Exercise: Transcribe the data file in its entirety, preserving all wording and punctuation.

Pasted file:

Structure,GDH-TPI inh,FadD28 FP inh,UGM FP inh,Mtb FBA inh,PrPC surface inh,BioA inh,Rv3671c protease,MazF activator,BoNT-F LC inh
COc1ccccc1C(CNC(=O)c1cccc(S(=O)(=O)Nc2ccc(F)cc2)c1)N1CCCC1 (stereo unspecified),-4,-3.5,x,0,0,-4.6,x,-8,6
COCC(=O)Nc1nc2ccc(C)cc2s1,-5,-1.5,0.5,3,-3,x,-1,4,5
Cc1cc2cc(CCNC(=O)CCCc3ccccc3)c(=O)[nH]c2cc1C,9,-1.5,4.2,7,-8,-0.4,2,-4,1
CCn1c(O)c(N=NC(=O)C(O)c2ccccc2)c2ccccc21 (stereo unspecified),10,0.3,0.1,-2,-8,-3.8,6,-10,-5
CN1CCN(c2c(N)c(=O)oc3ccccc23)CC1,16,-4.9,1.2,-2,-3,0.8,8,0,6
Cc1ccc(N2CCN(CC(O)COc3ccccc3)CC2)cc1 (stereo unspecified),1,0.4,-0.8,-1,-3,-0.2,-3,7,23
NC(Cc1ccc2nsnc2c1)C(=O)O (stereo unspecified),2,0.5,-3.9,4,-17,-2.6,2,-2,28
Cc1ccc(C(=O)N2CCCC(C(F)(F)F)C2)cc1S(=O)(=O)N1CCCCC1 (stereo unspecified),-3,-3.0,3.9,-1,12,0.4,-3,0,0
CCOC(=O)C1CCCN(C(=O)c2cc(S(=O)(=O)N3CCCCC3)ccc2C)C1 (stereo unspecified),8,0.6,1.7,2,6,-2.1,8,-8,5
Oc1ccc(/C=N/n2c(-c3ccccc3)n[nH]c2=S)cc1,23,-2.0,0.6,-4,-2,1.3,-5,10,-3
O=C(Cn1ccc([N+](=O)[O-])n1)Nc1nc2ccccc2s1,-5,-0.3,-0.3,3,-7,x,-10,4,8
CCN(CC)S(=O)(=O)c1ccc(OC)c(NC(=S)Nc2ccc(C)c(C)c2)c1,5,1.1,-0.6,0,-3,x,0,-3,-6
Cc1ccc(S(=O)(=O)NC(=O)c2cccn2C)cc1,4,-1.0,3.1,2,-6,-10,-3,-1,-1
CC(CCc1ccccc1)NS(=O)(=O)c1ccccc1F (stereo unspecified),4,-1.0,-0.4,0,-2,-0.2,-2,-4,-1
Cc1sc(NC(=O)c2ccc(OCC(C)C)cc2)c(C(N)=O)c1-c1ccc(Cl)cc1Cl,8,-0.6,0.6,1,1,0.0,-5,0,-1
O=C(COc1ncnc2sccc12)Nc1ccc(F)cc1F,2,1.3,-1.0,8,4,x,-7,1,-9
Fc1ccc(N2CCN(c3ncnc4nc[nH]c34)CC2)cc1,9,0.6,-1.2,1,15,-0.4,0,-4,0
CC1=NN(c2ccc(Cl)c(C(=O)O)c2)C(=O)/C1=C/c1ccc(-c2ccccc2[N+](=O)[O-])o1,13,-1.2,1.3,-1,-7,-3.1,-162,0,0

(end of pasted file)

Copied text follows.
Structure,GDH-TPI inh,FadD28 FP inh,UGM FP inh,Mtb FBA inh,PrPC surface inh,BioA inh,Rv3671c protease,MazF activator,BoNT-F LC inh
COc1ccccc1C(CNC(=O)c1cccc(S(=O)(=O)Nc2ccc(F)cc2)c1)N1CCCC1 (stereo unspecified),-4,-3.5,x,0,0,-4.6,x,-8,6
COCC(=O)Nc1nc2ccc(C)cc2s1,-5,-1.5,0.5,3,-3,x,-1,4,5
Cc1cc2cc(CCNC(=O)CCCc3ccccc3)c(=O)[nH]c2cc1C,9,-1.5,4.2,7,-8,-0.4,2,-4,1
CCn1c(O)c(N=NC(=O)C(O)c2ccccc2)c2ccccc21 (stereo unspecified),10,0.3,0.1,-2,-8,-3.8,6,-10,-5
CN1CCN(c2c(N)c(=O)oc3ccccc23)CC1,16,-4.9,1.2,-2,-3,0.8,8,0,6
Cc1ccc(N2CCN(CC(O)COc3ccccc3)CC2)cc1 (stereo unspecified),1,0.4,-0.8,-1,-3,-0.2,-3,7,23
NC(Cc1ccc2nsnc2c1)C(=O)O (stereo unspecified),2,0.5,-3.9,4,-17,-2.6,2,-2,28
Cc1ccc(C(=O)N2CCCC(C(F)(F)F)C2)cc1S(=O)(=O)N1CCCCC1 (stereo unspecified),-3,-3.0,3.9,-1,12,0.4,-3,0,0
CCOC(=O)C1CCCN(C(=O)c2cc(S(=O)(=O)N3CCCCC3)ccc2C)C1 (stereo unspecified),8,0.6,1.7,2,6,-2.1,8,-8,5
Oc1ccc(/C=N/n2c(-c3ccccc3)n[nH]c2=S)cc1,23,-2.0,0.6,-4,-2,1.3,-5,10,-3
O=C(Cn1ccc([N+](=O)[O-])n1)Nc1nc2ccccc2s1,-5,-0.3,-0.3,3,-7,x,-10,4,8
CCN(CC)S(=O)(=O)c1ccc(OC)c(NC(=S)Nc2ccc(C)c(C)c2)c1,5,1.1,-0.6,0,-3,x,0,-3,-6
Cc1ccc(S(=O)(=O)NC(=O)c2cccn2C)cc1,4,-1.0,3.1,2,-6,-10,-3,-1,-1
CC(CCc1ccccc1)NS(=O)(=O)c1ccccc1F (stereo unspecified),4,-1.0,-0.4,0,-2,-0.2,-2,-4,-1
Cc1sc(NC(=O)c2ccc(OCC(C)C)cc2)c(C(N)=O)c1-c1ccc(Cl)cc1Cl,8,-0.6,0.6,1,1,0.0,-5,0,-1
O=C(COc1ncnc2sccc12)Nc1ccc(F)cc1F,2,1.3,-1.0,8,4,x,-7,1,-9
Fc1ccc(N2CCN(c3ncnc4nc[nH]c34)CC2)cc1,9,0.6,-1.2,1,15,-0.4,0,-4,0
CC1=NN(c2ccc(Cl)c(C(=O)O)c2)C(=O)/C1=C/c1ccc(-c2ccccc2[N+](=O)[O-])o1,13,-1.2,1.3,-1,-7,-3.1,-162,0,0